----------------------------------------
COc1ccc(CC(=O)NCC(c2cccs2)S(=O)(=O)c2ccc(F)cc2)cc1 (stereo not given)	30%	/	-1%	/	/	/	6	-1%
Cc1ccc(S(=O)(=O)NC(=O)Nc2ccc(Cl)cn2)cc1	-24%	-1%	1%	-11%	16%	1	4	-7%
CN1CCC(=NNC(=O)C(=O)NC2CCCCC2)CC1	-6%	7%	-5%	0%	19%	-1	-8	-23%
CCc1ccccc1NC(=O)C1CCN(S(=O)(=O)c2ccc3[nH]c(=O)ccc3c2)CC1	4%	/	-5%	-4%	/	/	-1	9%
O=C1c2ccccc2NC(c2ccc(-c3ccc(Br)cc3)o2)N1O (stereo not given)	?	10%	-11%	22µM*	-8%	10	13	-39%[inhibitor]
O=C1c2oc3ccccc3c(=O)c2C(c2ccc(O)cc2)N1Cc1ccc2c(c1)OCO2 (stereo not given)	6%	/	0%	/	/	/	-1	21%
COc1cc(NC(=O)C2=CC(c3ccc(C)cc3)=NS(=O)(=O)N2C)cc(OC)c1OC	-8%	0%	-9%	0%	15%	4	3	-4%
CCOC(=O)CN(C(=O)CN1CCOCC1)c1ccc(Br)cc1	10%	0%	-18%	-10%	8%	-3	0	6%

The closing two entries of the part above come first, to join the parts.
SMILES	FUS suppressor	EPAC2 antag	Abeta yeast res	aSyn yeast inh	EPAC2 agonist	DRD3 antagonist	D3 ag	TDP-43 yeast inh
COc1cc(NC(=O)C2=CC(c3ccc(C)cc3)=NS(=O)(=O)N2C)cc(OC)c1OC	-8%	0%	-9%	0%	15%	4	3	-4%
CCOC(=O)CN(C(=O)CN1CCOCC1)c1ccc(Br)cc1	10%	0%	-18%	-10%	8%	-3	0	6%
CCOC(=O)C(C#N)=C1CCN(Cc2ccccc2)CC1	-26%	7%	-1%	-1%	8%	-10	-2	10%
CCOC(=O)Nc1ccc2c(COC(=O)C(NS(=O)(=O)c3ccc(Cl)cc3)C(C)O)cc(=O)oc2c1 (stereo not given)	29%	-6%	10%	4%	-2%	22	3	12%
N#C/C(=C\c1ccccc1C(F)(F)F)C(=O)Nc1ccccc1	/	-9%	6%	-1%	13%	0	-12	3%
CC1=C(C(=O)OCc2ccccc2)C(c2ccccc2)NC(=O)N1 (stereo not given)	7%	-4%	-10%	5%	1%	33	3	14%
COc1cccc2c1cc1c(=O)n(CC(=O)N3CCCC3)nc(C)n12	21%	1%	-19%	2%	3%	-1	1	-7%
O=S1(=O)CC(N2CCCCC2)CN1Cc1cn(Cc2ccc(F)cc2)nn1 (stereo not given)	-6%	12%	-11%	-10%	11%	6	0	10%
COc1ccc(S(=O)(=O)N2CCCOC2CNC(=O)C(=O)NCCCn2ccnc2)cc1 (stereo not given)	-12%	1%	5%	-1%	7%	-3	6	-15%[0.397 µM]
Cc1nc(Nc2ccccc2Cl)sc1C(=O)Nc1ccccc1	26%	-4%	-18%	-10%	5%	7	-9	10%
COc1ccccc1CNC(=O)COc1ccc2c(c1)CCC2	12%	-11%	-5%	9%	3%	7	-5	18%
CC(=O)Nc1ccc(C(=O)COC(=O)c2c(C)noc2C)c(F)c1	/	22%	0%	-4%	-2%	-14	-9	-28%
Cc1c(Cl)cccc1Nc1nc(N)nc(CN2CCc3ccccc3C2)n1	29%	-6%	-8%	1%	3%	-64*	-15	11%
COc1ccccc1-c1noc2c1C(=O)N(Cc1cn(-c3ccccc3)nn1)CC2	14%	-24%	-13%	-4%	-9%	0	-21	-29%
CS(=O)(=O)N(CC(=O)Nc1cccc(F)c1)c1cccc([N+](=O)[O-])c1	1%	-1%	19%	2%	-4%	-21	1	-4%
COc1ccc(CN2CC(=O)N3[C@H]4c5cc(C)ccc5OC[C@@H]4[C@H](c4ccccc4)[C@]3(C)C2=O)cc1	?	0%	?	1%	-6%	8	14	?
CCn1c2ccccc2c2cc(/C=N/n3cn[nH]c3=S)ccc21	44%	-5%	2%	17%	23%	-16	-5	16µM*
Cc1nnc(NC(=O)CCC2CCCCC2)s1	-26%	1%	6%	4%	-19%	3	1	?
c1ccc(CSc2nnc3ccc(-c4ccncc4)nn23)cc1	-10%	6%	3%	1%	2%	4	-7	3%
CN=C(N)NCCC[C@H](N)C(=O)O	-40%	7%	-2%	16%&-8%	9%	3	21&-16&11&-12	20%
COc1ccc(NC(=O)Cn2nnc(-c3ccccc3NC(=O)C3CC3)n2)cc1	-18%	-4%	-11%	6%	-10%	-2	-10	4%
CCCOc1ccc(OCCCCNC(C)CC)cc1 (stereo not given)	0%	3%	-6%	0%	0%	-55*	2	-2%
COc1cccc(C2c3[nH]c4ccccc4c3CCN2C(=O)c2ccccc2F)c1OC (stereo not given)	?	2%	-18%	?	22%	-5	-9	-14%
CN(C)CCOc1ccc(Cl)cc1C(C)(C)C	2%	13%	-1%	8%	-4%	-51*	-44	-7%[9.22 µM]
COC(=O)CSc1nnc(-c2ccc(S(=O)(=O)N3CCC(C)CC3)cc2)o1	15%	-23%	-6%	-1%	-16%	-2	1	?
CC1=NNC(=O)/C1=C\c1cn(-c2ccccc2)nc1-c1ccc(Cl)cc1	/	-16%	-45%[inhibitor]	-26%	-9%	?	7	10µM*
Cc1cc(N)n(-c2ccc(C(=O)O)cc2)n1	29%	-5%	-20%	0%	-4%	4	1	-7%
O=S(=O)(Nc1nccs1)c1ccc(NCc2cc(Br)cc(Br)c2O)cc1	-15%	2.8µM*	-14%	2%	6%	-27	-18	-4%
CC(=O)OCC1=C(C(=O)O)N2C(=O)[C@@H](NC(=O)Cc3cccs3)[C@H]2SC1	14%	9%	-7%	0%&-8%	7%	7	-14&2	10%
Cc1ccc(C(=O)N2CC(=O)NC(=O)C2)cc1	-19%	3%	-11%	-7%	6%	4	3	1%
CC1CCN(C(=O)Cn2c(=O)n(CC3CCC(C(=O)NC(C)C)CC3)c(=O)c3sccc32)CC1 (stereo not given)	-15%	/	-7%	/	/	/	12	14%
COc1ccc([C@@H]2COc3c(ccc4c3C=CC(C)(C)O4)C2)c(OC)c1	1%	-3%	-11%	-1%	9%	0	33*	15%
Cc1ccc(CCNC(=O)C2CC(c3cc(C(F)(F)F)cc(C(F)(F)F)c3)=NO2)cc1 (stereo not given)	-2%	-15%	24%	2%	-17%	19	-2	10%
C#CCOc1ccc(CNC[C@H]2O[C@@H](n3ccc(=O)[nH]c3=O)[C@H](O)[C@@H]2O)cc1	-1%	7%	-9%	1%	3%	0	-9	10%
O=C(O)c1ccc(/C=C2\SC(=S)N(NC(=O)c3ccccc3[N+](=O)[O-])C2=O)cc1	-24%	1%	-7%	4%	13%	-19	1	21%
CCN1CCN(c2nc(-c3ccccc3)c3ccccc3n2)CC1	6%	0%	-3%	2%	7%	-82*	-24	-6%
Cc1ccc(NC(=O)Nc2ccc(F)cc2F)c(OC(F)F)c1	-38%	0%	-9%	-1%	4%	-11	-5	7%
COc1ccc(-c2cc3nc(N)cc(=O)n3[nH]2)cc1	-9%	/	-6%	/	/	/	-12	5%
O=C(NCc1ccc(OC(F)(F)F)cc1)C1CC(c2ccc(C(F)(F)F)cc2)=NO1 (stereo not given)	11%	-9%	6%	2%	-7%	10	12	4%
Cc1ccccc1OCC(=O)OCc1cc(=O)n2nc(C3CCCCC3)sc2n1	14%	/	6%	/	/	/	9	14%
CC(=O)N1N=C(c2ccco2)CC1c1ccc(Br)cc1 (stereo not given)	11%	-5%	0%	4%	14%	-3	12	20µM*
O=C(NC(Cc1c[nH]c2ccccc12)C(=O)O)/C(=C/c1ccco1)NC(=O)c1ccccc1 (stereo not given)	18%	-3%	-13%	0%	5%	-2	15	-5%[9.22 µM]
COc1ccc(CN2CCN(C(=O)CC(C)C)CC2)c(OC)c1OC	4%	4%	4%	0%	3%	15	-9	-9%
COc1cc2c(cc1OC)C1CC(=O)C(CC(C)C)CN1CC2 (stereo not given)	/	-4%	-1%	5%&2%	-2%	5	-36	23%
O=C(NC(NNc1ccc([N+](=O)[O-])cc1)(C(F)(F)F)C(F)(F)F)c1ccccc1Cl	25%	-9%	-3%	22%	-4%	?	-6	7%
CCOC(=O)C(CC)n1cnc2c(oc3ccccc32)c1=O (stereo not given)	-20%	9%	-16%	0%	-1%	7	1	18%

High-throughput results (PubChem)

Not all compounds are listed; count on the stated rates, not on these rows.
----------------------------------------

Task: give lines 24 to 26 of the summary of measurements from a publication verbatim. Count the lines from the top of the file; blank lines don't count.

COc1ccccc1-c1noc2c1C(=O)N(Cc1cn(-c3ccccc3)nn1)CC2	14%	-24%	-13%	-4%	-9%	0	-21	-29%
CS(=O)(=O)N(CC(=O)Nc1cccc(F)c1)c1cccc([N+](=O)[O-])c1	1%	-1%	19%	2%	-4%	-21	1	-4%
COc1ccc(CN2CC(=O)N3[C@H]4c5cc(C)ccc5OC[C@@H]4[C@H](c4ccccc4)[C@]3(C)C2=O)cc1	?	0%	?	1%	-6%	8	14	?